dc.typePresentationen
dc.titleDeliberate Practice Simulation: Striving for Skills Mastery and Clinical Reasoningen
dc.title.alternativeReal-World Teaching Through Simulation and Authentic Learning [Session]en
dc.contributor.authorOwen, Melissaen
dc.contributor.authorGarbett, Michaelen
dc.contributor.authorCoburn, Caroline Varneren
dc.contributor.authorAmar, Angela Fredericken
dc.contributor.departmentAlpha Epsilonen
dc.author.detailsMelissa Owen, RN, CTCC, mikenne@emory.edu; Michael Garbett, RN, CCRN; Caroline Varner Coburn, RN, ANP-BC; Angela Frederick Amar, RN, FAANen
dc.identifier.urihttp://hdl.handle.net/10755/603859en
dc.description.abstractSession presented on Saturday, April 9, 2016: Background:  Deliberate practice is an educational intervention that helps students to master the performance of a skill within a context that facilitates enhanced critical thinking. The underpinnings of deliberate practice are based upon the framework of the Expert-Performance Approach.  It is conceptualized as a concentrated individualized effort to improve performance of a specific skill (Ericsson et al., 2009).  Deliberate practice has been purported to be an appropriate educational intervention for use in the education of medical professionals but remains to be validated specifically in nursing education (Chee, 2014).  We hypothesize that deliberate practice will help facilitate the gap between didactic knowledge and clinical application by providing students additional opportunities to apply theoretical knowledge to client situations involving technical skills and utilizing clinical reasoning in a controlled environment. Purpose: The purpose of this study was to describe how we  incorporated deliberate practice sessions into the curriculum to improve student clinical reasoning.  Specific aims of the study were to determine feasibility and effectiveness of deliberate practice in one clinical nursing course. Methods:  This descriptive study evaluated the feasibility and perceived effectiveness of deliberate practice. Ninety-nine undergraduate nursing students participated in one skills review session and two deliberate practice exercises outside of class and clinical time during either their second or third semester of nursing school as a requirement in their Medical-Surgical nursing course.   Two clinical instructors were primary designers of the sessions.  At each session, one of the clinical instructors observed the students, facilitated the debriefing session, and provided feedback.   An anonymous online survey with 13 Likert scale items and a place for free text comments was used to collect data.    Results:  At the end of the second session in both semesters, students reported feeling more confident in performing nursing skills (92.5%  and 100%).  Additionally, most of the students who participated felt that the deliberate practice exercise was a valuable experience.  The majority of students also reported that they would like to see more deliberate practice exercises in future courses.  Common open ended comments included enjoying the opportunity to practice independently, learning from making mistakes in a safe environment, and desiring additional practice time in the skills laboratory.     Discussion:  The deliberate practice sessions received an overwhelmingly positive response from the students.  Incorporation of deliberate practice sessions is feasible and desired within the undergraduate curriculum.    Future explorations of student confidence during deliberate practice should include the incorporation of standardized measures of confidence and critical thinking/reasoning in pre and post-test administration.en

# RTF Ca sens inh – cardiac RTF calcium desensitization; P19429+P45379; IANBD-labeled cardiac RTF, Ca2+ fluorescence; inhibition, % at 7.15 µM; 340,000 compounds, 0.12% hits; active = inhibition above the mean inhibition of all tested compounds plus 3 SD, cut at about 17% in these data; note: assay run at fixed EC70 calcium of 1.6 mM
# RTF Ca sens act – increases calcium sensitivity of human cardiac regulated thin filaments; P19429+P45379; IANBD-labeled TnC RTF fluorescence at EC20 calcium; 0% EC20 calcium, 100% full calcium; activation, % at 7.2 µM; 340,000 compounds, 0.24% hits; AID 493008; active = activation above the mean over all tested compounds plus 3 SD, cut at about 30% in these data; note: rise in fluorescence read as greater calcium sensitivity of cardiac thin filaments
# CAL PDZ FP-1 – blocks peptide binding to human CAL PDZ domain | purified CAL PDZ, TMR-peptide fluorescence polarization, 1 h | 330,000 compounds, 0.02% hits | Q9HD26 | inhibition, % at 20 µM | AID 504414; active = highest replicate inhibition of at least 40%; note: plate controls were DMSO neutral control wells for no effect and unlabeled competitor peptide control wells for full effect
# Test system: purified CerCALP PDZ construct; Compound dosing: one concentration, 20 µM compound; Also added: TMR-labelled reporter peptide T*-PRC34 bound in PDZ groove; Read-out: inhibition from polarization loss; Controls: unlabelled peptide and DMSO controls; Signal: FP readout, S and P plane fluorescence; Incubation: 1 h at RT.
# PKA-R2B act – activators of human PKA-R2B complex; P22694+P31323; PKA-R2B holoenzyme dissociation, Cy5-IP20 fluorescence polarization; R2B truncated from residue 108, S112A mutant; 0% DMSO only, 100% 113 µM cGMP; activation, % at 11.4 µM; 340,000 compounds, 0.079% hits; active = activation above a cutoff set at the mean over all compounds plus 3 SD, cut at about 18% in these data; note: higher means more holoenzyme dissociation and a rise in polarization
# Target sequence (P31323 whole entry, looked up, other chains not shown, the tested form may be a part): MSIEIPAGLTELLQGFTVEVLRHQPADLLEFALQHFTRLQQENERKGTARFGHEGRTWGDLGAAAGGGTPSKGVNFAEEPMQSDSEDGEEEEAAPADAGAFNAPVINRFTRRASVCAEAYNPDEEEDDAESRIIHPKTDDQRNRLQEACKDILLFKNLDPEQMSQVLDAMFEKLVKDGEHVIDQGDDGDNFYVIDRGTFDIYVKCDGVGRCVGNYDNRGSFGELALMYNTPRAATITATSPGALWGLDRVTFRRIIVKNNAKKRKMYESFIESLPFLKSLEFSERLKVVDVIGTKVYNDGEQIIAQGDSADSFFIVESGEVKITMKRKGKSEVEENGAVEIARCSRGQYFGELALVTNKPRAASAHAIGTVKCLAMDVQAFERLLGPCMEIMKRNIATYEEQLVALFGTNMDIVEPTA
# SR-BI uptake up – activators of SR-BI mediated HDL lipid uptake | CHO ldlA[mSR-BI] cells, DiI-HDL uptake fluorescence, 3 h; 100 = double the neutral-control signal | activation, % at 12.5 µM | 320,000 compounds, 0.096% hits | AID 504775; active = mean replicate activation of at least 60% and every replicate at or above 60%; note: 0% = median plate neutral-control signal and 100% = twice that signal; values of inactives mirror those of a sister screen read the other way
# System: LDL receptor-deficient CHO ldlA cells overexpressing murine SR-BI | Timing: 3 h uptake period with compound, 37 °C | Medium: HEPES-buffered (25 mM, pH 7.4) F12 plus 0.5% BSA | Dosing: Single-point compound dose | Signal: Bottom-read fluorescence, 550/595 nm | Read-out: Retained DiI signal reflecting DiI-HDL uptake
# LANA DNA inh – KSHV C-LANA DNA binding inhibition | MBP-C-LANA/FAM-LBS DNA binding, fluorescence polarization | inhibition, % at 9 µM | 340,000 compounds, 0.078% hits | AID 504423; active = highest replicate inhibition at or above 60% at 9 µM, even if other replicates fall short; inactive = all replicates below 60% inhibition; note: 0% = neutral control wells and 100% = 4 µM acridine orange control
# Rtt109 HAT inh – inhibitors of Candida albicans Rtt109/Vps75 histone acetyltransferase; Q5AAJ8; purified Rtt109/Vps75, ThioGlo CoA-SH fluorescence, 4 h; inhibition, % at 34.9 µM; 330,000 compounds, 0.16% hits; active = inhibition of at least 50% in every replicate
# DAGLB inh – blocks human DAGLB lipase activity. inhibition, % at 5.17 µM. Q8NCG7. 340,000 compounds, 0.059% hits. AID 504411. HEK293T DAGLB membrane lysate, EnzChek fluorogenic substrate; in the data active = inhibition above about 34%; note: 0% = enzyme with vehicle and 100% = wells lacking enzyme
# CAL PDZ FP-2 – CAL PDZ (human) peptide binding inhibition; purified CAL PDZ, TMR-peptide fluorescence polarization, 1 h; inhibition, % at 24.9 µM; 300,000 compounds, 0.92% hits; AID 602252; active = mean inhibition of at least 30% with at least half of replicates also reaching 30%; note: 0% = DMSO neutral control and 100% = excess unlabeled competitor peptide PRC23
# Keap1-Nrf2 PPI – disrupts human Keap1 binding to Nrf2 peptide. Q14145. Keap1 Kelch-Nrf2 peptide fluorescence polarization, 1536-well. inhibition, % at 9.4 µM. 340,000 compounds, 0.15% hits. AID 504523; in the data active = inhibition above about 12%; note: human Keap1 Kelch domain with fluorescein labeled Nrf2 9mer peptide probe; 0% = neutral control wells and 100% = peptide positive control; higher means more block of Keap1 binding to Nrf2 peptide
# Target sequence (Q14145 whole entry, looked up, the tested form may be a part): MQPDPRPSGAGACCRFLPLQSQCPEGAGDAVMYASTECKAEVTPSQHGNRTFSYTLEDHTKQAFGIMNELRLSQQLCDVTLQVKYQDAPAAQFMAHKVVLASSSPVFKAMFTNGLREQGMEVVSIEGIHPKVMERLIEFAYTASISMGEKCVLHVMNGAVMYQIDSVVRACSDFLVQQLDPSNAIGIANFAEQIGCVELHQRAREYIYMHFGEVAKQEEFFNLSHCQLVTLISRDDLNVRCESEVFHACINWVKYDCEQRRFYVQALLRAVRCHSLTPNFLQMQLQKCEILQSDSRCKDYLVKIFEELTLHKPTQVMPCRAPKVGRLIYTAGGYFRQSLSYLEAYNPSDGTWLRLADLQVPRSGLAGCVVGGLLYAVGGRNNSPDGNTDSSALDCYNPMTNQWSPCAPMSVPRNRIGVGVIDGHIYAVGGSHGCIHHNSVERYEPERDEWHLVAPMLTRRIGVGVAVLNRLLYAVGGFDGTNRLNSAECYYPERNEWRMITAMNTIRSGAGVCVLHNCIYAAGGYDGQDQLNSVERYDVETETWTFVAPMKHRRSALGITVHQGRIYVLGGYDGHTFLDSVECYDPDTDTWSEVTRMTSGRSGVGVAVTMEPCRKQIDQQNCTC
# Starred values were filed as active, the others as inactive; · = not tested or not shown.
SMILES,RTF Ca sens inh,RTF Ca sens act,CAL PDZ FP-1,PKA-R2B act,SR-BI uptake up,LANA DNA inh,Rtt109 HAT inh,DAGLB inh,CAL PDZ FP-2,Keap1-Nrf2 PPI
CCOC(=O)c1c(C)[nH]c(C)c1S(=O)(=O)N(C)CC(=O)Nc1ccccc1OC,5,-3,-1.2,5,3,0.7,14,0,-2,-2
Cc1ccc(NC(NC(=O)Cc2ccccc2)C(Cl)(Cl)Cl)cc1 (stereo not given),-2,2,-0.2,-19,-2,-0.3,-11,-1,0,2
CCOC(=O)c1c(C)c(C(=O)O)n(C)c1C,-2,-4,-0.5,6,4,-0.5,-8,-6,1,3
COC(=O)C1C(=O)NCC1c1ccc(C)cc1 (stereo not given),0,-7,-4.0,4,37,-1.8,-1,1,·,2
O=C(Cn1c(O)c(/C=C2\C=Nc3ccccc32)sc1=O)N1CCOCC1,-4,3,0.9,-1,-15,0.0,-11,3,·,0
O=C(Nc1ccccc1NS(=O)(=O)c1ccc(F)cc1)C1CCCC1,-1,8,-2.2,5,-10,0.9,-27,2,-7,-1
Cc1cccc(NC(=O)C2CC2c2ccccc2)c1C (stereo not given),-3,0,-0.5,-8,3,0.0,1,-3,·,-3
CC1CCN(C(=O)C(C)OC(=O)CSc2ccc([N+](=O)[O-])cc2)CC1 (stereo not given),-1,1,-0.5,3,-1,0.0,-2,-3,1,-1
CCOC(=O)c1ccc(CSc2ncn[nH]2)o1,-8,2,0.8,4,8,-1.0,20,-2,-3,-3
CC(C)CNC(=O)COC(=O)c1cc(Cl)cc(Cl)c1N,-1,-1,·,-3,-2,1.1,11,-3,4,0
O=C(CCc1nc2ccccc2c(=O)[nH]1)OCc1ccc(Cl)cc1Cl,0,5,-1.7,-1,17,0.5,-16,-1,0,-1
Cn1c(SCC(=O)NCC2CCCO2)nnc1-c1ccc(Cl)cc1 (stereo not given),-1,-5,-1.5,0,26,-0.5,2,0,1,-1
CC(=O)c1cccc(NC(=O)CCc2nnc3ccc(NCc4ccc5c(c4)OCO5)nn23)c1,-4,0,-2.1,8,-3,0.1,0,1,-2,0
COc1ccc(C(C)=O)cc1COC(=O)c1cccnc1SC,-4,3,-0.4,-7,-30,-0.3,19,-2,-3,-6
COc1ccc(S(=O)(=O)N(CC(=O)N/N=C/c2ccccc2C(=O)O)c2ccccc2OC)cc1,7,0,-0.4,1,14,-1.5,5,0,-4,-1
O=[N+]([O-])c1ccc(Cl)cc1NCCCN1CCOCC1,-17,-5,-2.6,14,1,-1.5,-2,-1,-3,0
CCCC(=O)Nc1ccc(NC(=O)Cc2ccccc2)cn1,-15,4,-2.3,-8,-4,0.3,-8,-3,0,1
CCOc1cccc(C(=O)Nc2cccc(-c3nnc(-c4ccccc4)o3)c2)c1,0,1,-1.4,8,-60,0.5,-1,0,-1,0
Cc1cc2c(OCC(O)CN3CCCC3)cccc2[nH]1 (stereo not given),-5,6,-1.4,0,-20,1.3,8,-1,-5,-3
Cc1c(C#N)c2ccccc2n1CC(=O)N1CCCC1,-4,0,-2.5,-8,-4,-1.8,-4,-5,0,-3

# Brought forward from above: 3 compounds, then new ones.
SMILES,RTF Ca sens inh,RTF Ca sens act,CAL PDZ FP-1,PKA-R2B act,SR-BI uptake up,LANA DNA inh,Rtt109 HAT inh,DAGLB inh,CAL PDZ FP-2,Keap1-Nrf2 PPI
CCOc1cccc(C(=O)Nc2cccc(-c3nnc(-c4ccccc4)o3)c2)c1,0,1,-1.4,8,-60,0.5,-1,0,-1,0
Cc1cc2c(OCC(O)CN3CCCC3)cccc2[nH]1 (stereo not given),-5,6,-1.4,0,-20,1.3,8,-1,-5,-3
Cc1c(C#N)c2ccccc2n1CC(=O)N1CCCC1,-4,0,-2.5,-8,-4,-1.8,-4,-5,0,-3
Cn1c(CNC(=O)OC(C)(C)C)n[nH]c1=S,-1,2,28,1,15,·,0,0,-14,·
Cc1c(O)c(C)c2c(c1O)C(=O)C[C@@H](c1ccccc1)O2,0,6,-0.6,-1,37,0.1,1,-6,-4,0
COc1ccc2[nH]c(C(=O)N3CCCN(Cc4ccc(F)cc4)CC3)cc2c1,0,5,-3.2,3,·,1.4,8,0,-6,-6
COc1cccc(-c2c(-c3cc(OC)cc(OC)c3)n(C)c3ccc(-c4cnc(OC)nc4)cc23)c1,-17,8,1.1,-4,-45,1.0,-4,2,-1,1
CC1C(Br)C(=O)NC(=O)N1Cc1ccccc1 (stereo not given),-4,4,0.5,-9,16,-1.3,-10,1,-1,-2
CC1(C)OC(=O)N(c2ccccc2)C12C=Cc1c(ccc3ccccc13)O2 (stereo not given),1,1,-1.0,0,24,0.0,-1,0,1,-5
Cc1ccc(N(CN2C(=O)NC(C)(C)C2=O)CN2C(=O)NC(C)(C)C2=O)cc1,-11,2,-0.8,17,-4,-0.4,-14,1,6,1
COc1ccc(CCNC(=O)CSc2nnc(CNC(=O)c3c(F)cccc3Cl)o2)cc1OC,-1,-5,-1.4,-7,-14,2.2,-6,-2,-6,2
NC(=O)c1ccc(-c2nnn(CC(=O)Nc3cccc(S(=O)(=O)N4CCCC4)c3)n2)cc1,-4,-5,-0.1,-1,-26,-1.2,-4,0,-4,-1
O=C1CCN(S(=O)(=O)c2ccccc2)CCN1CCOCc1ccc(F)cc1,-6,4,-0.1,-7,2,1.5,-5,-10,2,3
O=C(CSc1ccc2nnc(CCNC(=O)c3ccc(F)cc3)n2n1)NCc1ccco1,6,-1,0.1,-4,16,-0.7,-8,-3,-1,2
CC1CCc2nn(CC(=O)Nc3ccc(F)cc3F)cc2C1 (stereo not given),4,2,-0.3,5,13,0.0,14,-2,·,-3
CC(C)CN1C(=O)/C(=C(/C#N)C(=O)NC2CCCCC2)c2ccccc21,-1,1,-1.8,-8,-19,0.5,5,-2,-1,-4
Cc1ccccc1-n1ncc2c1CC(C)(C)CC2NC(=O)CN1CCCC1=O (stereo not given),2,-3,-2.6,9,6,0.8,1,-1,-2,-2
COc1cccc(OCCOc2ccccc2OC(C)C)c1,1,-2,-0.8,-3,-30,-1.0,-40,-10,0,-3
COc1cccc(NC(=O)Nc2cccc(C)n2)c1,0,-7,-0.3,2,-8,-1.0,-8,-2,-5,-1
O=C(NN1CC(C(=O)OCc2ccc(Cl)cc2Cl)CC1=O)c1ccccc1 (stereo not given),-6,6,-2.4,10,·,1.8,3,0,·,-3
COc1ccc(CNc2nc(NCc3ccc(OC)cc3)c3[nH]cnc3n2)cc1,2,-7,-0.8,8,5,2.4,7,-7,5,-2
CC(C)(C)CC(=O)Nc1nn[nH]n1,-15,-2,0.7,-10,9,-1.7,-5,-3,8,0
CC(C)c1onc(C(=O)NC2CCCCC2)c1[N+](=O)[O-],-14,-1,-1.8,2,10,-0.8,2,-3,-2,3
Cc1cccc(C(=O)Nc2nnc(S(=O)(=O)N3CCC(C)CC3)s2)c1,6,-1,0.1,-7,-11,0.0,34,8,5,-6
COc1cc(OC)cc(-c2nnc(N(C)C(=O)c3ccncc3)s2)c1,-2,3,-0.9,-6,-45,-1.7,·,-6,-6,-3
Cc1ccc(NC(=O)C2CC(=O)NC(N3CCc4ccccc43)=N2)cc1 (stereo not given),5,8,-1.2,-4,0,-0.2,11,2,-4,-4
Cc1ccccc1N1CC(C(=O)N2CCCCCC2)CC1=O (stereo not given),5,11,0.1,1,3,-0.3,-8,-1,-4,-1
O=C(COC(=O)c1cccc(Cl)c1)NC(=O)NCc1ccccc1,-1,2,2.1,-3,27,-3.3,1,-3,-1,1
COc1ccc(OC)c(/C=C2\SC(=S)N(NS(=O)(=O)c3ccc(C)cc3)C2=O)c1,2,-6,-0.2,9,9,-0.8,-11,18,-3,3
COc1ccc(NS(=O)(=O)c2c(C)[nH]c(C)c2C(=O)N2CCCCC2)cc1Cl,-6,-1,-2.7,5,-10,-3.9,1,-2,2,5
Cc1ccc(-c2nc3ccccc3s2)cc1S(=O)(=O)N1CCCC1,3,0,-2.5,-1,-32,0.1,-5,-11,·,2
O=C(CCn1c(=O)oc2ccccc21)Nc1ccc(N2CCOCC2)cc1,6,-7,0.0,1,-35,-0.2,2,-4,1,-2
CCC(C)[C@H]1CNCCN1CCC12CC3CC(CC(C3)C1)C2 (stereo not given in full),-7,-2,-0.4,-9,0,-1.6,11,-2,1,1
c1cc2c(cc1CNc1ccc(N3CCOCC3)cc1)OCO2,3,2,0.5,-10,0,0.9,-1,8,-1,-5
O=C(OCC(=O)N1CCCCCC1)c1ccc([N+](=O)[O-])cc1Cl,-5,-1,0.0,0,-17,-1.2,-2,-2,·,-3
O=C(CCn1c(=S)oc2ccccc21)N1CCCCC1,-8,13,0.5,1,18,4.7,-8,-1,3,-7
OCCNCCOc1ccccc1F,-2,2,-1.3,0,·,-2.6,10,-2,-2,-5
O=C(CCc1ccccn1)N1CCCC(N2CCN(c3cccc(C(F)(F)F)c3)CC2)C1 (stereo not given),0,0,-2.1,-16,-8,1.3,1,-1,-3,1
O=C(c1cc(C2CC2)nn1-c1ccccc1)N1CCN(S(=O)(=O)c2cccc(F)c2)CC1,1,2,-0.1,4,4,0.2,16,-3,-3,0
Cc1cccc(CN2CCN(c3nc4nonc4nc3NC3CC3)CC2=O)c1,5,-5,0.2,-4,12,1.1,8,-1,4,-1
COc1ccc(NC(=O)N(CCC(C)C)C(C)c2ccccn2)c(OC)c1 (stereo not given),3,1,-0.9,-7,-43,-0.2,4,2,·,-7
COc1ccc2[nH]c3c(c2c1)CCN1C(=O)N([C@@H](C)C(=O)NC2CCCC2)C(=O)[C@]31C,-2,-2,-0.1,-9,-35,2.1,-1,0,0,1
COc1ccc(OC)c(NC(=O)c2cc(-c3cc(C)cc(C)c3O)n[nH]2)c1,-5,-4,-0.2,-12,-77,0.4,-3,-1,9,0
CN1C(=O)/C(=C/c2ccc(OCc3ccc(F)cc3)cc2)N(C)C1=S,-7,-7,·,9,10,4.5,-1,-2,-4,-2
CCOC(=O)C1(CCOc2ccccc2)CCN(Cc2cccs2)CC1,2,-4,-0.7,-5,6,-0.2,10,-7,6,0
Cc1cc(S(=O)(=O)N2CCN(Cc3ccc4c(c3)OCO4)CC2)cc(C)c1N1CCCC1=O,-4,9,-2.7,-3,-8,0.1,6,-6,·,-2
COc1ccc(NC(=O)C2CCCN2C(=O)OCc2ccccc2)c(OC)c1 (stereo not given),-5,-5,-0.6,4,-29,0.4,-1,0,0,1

dc.subjectDeliberate Practiceen
dc.subjectSimulationen
dc.subjectSkill Acquisitionen
dc.date.available2016-03-29T13:11:20Zen
dc.date.issued2016-03-29en
dc.date.accessioned2016-03-29T13:11:20Zen
dc.conference.date2016en
dc.conference.nameNursing Education Research Conference 2016en
dc.conference.hostSigma Theta Tau International, the Honor Society of Nursing, and National League for Nursingen
dc.conference.locationWashington, DCen
dc.descriptionNursing Education Research Conference Theme: Research as a Catalyst for Transformative Practiceen